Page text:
Apple TV+ ‘Dickinson’ Review

Apple TV+ 'Dickinson' Review

Apple TV+ presents to you their take on the famous American poet: Emily Dickinson. The first season was released on Nov. 1, and star actress Hailee Steinfield plays Emily Dickinson, who uses her perspective as a poet to explore the world she was born into. The show consists of ten episodes, each episode just under 40 minutes of content. This series is one of the first shows airing on Apple TV’s new streaming platform, Apple TV+.


The show has a unique style that seamlessly mixes elements of pop culture, like pop music or slang, into the late 1800’s and includes Emily Dickinson’s dreams as a fantasy world, including Death, who’s played by Wiz Khalifa. It’s a delightful change from more traditional historical series. Death’s character was the most interesting, with a laid back attitude and moments of angst, representing everything in Dickinson’s own poems. 


The graphics in the show are beautifully made, very similar to the most recent version of the Great Gatsby. Each episode opens with a graphic created specifically for the episode’s plot, and centered around  famous poems from Dickinson. The show itself opens with the Dickenson’s famous poem, 479: “Because I could not stop for death, He kindly stopped for me.” Throughout the show, her poems appear on screen in brilliant gold, and bring a whole new tone. 

The cinematography of the show is beautiful. The period lighting and colors used make for a wonderful theme and introduced new emotions really well.  The evening scenes were done really well. A lot of period pieces don’t do well with lighting and are commonly criticized by viewers for the barely visible scenes. This show doesn’t fall into that same category. The warm tones, especially the ones surrounding Death as a character, help  paint the world the way Emily Dickinson saw it, full of the same intensity she must have felt when writing her poetry.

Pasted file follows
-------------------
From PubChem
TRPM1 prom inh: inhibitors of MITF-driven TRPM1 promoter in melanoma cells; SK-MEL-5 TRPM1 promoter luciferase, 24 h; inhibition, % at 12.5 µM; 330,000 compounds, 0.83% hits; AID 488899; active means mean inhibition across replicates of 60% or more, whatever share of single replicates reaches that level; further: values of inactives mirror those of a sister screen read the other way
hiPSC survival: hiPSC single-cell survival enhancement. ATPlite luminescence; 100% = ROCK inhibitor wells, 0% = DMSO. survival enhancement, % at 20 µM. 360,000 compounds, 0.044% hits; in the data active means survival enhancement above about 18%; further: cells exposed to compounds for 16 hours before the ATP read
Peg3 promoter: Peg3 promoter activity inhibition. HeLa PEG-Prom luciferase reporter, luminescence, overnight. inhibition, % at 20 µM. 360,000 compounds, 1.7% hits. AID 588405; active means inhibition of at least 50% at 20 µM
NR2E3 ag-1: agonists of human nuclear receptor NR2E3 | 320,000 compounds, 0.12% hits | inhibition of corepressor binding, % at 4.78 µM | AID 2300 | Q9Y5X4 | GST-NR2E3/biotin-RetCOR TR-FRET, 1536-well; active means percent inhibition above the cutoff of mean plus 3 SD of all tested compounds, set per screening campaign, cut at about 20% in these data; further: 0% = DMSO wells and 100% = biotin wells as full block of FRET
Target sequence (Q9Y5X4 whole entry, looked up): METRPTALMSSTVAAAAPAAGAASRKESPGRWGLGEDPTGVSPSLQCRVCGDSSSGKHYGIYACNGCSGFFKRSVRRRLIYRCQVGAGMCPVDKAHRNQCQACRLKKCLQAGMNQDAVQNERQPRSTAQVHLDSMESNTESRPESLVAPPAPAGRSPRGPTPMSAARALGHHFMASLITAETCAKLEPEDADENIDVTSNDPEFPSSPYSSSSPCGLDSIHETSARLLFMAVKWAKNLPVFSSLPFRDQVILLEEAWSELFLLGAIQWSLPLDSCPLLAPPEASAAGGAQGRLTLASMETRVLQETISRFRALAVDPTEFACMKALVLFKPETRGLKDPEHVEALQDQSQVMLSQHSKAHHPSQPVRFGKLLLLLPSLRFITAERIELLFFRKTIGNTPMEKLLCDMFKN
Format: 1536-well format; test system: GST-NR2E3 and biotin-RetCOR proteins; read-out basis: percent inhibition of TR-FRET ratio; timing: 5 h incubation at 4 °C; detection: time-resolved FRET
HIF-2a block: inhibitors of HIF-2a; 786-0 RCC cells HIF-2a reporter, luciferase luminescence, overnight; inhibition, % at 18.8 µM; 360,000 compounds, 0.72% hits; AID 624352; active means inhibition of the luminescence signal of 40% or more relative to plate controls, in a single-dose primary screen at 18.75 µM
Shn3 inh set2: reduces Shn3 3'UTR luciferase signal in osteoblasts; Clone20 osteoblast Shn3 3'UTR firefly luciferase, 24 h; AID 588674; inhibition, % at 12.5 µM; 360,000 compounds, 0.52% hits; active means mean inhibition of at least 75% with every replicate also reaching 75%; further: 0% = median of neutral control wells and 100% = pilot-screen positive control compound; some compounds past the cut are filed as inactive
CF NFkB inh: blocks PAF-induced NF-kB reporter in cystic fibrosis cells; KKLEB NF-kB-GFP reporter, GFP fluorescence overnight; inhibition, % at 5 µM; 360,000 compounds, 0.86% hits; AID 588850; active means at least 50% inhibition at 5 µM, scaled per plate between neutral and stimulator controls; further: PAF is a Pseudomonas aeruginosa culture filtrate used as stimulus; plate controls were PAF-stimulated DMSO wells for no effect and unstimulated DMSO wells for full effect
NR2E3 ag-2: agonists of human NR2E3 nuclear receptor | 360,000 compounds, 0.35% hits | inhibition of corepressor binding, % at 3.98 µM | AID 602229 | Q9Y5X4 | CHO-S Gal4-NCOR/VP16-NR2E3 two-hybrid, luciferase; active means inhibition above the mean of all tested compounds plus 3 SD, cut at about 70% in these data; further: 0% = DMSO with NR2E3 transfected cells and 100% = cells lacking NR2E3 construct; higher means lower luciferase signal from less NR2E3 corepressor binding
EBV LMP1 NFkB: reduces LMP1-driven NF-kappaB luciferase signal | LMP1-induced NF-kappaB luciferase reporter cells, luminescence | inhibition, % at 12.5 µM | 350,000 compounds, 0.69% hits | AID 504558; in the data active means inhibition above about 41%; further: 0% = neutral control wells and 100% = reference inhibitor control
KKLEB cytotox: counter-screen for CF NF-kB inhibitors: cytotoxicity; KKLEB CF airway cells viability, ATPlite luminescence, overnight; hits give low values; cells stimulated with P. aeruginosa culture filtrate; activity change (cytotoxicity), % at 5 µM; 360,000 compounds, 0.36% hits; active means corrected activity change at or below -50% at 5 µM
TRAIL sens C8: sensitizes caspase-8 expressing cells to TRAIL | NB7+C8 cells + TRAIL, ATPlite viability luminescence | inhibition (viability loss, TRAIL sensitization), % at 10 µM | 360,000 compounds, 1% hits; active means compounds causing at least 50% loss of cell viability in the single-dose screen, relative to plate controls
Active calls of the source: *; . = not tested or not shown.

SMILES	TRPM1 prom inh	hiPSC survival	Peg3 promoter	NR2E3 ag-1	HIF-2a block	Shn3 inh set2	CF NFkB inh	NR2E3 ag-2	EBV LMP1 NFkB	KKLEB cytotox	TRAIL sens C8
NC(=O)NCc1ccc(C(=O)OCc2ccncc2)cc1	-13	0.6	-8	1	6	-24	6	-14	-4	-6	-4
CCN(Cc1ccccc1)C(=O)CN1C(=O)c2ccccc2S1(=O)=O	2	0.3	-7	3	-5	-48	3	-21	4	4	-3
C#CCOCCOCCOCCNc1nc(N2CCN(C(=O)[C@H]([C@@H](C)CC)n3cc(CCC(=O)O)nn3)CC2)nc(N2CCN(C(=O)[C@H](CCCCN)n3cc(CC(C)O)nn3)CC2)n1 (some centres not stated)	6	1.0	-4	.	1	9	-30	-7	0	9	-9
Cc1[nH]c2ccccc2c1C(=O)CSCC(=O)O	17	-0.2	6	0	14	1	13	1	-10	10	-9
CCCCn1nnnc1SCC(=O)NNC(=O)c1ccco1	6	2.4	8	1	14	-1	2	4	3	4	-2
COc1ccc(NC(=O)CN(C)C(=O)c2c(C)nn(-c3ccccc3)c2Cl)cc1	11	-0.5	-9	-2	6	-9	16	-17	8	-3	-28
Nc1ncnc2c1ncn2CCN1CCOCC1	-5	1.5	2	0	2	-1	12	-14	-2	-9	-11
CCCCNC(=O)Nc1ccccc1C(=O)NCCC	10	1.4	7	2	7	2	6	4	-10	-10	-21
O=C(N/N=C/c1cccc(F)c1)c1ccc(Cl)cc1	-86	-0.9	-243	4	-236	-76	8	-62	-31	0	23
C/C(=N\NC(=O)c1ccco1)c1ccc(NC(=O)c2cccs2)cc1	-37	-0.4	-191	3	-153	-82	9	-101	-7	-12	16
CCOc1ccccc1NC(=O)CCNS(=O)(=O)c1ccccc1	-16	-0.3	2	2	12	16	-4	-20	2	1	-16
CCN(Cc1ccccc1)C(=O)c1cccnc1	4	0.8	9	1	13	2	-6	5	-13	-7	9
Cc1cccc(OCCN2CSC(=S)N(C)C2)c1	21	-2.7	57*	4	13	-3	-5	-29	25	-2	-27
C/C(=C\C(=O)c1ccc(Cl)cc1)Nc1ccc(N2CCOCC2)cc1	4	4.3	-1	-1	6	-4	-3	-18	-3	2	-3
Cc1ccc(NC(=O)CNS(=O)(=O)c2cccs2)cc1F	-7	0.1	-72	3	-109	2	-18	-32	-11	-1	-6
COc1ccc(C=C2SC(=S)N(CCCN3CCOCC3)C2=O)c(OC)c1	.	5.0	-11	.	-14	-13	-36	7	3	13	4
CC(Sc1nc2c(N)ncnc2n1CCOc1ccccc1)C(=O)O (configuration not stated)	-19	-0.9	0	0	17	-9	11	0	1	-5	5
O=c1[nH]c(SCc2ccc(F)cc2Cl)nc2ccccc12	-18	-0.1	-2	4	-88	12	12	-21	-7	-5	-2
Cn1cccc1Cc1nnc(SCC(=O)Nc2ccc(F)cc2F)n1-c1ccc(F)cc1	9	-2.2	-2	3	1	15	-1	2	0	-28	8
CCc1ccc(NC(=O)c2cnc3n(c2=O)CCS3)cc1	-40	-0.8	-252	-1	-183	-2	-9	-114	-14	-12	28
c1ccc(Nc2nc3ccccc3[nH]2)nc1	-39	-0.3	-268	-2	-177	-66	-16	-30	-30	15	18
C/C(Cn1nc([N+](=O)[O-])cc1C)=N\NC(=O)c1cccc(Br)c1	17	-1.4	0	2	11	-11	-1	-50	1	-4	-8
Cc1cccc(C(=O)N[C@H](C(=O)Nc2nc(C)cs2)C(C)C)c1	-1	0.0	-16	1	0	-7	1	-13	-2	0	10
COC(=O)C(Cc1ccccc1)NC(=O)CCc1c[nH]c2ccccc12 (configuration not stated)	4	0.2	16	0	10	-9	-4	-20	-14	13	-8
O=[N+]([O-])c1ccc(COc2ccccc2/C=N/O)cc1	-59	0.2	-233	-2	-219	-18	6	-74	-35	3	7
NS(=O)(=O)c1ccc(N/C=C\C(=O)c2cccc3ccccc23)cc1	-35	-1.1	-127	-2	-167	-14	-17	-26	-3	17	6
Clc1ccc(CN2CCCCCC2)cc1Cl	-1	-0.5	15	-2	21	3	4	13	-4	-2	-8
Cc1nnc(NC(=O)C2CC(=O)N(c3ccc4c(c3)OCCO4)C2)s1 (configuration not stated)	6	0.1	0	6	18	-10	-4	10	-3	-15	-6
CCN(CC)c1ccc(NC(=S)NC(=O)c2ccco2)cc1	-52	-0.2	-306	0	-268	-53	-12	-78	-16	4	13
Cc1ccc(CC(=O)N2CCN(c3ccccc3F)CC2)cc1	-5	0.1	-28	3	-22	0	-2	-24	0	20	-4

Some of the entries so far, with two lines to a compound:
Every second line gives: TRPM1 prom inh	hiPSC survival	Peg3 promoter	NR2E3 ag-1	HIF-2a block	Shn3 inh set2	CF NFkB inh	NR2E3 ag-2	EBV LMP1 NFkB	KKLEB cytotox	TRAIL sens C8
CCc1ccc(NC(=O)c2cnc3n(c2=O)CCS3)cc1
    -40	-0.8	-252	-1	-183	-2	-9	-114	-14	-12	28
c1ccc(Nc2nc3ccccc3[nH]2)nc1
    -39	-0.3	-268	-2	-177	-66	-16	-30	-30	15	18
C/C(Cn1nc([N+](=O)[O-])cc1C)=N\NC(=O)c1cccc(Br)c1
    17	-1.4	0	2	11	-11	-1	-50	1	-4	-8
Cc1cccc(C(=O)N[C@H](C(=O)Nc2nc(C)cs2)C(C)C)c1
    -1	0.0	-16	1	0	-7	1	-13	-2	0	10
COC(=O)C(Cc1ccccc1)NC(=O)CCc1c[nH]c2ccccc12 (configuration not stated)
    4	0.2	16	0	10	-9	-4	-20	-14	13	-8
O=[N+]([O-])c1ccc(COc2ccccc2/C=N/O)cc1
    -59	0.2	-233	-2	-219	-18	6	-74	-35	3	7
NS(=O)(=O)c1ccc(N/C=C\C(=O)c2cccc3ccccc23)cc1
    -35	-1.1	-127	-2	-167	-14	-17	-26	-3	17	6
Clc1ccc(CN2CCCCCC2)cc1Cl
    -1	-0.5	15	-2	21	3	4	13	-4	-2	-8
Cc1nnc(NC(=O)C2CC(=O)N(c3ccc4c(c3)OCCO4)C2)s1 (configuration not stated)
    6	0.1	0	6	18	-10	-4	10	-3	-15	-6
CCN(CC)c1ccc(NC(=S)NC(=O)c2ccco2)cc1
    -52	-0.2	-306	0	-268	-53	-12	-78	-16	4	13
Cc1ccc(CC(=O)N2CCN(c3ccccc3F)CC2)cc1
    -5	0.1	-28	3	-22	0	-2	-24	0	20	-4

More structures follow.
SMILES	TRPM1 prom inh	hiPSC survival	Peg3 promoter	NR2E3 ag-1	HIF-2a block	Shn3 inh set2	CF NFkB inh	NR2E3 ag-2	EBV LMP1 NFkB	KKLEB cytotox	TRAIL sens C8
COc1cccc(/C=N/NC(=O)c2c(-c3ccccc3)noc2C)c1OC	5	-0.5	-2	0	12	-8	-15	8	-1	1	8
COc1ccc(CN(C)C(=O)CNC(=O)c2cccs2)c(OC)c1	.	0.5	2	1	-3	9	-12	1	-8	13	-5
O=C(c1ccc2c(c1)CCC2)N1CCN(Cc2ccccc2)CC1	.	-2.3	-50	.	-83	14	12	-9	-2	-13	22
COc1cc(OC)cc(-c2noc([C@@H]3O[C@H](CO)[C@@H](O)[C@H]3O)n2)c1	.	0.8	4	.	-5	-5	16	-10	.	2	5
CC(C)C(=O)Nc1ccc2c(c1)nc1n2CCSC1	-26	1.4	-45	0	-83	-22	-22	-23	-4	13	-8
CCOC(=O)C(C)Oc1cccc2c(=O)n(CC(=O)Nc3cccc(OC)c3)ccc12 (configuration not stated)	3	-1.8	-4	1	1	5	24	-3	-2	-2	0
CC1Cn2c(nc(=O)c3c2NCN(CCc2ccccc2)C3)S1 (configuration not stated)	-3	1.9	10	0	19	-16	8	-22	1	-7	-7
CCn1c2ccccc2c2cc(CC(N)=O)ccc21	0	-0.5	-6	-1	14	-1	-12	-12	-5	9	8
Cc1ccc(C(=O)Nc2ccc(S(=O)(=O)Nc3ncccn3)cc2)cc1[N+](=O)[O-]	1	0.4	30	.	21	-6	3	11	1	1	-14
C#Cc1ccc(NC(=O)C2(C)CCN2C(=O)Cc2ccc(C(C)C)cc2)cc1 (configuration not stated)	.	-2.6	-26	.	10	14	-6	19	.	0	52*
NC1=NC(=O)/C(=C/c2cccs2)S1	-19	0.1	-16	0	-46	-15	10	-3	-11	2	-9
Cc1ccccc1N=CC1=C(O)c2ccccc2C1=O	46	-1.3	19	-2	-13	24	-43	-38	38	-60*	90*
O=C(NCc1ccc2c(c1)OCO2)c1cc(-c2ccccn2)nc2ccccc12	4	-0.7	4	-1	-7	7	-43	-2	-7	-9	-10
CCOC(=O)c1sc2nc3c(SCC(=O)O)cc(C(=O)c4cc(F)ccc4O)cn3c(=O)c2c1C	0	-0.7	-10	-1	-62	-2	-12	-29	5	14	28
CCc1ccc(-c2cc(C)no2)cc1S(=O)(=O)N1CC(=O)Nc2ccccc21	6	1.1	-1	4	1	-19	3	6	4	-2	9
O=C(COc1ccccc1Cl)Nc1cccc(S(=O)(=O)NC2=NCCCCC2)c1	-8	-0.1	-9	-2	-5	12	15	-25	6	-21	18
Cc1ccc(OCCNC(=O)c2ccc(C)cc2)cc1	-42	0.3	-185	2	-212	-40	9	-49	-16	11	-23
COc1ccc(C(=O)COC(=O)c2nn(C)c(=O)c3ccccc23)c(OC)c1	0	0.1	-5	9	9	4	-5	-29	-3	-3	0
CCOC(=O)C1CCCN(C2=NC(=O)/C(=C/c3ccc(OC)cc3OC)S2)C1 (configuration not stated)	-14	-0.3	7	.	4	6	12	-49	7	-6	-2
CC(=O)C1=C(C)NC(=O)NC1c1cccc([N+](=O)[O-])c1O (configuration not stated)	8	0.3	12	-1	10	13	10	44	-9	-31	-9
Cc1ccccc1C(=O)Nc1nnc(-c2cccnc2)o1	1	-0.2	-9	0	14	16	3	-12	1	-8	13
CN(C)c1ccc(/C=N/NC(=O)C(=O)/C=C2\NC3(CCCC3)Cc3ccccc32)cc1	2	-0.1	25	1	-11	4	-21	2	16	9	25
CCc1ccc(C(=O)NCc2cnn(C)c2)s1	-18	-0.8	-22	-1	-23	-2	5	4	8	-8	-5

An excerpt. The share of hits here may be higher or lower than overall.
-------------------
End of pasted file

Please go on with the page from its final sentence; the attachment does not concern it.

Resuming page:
The modern songs in the background of the show make her life  more familiar to the viewers. Billie Eilish’s ‘Bury a Friend’ comically plays in the background during a funeral scene, and ‘All Good Girls Go To Hell’ by the same artist comes back for a different funeral scene. Like a lot of other elements in the show, the music is also modern and made of famous pop songs. 


It’s hard to tell when the modernization ends and where the historical accuracy beings because Dickinson was someone ahead of her time. A lot of her indignations of being treated differently could be just who she was but could also be a part of the modernization, and we as an audience will never know. It just shows Dickinson as the idealist she could be. 


A lot of the details about the Dickinson family check out — Emily Dickinson did have a flirtation with her brother’s wife, and she did have a father that ran for Congress. It surprised me that these weren’t plot points made up to keep the story going; they were all taken from life and built upon to make an interesting story. 


The show also does a good job balancing the morbidness of Dickinson’s thought and poetry with comedy — but sometimes the show is too comedic. ‘Death,’ the character, is meant to be a large part of Dickinson’s life, but actual deaths are brushed away in less than an episode. While the comedic element of the writing helps keep younger audiences interested, the show doesn’t always seem to know when to stop. 


While the first two episodes seem a little stiff in terms of acting and dialogue, some lines later on in the story were well written and incredibly heartbreaking. We see Emily Dickinson meet Henry Thoreau, and we see the disappointment on her face when she realizes that his wife and sister took care of his every need. She looks at him in the eyes and tells him to, “try writing something and not showing it to anyone. Then you’ll know what real loneliness feels like.” When her brother bans her from going to her best friend’s wedding out of jealousy, she says, “Just because you’re a man doesn’t mean you have to become a monster.” Hailee Steinfield does a brilliant job as the show goes on, convincing her audience of Dickinson’s explosive personality. The season ends in ten episodes, and it’s hard to tell if there will be a second one. 


The show makes the story understandable to a wider audience by mixing it with slang and pop and takes away the heaviness that follows an actual period piece. In a way, it’s easier to watch. But it keeps the emotional aspect of the life of Emile Dickinson, a tragedy all the while painting her as a misfit and a rebel. It shows the timelessness of her poetry, which seems to parallel the odd mix of eras in the show. In the words of Dickinson, the show does ‘tell the truth, but tell it slant’.